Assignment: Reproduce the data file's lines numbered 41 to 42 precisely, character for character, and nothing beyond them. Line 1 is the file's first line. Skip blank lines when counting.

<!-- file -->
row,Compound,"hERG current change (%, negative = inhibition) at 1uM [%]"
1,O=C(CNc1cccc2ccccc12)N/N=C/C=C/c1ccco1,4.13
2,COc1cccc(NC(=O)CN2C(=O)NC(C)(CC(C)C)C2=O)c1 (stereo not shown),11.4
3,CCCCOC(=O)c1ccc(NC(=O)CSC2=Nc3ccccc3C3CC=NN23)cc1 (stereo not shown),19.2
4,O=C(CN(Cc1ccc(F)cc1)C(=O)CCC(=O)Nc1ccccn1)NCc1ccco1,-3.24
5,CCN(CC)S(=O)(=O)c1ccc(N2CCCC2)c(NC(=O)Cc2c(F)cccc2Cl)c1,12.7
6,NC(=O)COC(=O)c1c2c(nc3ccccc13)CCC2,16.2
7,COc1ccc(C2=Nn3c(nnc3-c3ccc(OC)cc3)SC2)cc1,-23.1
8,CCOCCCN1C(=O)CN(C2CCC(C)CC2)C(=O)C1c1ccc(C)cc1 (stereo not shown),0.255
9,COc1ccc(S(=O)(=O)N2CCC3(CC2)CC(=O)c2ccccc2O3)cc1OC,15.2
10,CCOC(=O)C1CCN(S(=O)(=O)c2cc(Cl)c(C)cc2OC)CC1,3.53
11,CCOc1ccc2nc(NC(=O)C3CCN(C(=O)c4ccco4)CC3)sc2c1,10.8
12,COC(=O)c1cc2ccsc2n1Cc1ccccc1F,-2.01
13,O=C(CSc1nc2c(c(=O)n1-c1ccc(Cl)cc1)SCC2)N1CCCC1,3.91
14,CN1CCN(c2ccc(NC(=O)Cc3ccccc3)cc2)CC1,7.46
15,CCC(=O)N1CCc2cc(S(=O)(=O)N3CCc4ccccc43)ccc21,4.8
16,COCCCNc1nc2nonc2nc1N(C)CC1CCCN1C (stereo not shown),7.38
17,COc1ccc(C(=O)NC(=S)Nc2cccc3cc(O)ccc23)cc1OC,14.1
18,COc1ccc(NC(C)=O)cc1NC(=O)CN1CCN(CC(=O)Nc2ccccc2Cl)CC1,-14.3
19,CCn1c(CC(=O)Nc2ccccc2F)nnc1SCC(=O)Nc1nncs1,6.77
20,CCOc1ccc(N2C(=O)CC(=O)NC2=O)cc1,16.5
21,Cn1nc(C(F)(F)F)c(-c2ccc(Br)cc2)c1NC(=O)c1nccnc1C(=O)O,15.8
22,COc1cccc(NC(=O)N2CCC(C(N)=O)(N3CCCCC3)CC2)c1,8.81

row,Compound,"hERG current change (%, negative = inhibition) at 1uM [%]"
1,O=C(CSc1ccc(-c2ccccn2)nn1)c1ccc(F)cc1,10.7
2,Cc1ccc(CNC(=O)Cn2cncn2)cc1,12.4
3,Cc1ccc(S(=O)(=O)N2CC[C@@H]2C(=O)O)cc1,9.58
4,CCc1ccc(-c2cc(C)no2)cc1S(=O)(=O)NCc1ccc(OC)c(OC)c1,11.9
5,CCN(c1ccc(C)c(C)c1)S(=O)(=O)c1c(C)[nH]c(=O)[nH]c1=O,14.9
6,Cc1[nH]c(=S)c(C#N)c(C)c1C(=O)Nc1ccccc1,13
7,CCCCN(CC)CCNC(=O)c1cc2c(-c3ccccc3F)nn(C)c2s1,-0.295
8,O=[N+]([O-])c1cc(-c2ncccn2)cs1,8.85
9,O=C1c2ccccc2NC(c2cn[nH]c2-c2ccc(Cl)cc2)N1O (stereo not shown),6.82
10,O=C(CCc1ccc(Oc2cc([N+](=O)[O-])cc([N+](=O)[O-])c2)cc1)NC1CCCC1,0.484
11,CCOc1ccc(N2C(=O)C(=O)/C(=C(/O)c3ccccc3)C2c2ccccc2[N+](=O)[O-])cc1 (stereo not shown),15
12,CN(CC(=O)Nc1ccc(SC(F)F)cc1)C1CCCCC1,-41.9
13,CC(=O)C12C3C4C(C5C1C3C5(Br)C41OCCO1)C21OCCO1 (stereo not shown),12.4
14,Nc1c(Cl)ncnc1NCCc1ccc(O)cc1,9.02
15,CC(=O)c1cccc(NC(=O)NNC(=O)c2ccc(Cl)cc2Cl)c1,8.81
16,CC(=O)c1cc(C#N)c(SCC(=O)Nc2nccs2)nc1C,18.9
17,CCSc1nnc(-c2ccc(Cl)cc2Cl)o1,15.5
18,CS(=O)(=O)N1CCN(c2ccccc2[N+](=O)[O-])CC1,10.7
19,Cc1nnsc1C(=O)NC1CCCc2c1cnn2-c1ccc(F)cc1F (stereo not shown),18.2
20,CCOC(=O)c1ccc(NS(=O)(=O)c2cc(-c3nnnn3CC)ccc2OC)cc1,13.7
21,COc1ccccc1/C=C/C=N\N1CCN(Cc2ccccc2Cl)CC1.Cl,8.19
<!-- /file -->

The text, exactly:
17,CCSc1nnc(-c2ccc(Cl)cc2Cl)o1,15.5
18,CS(=O)(=O)N1CCN(c2ccccc2[N+](=O)[O-])CC1,10.7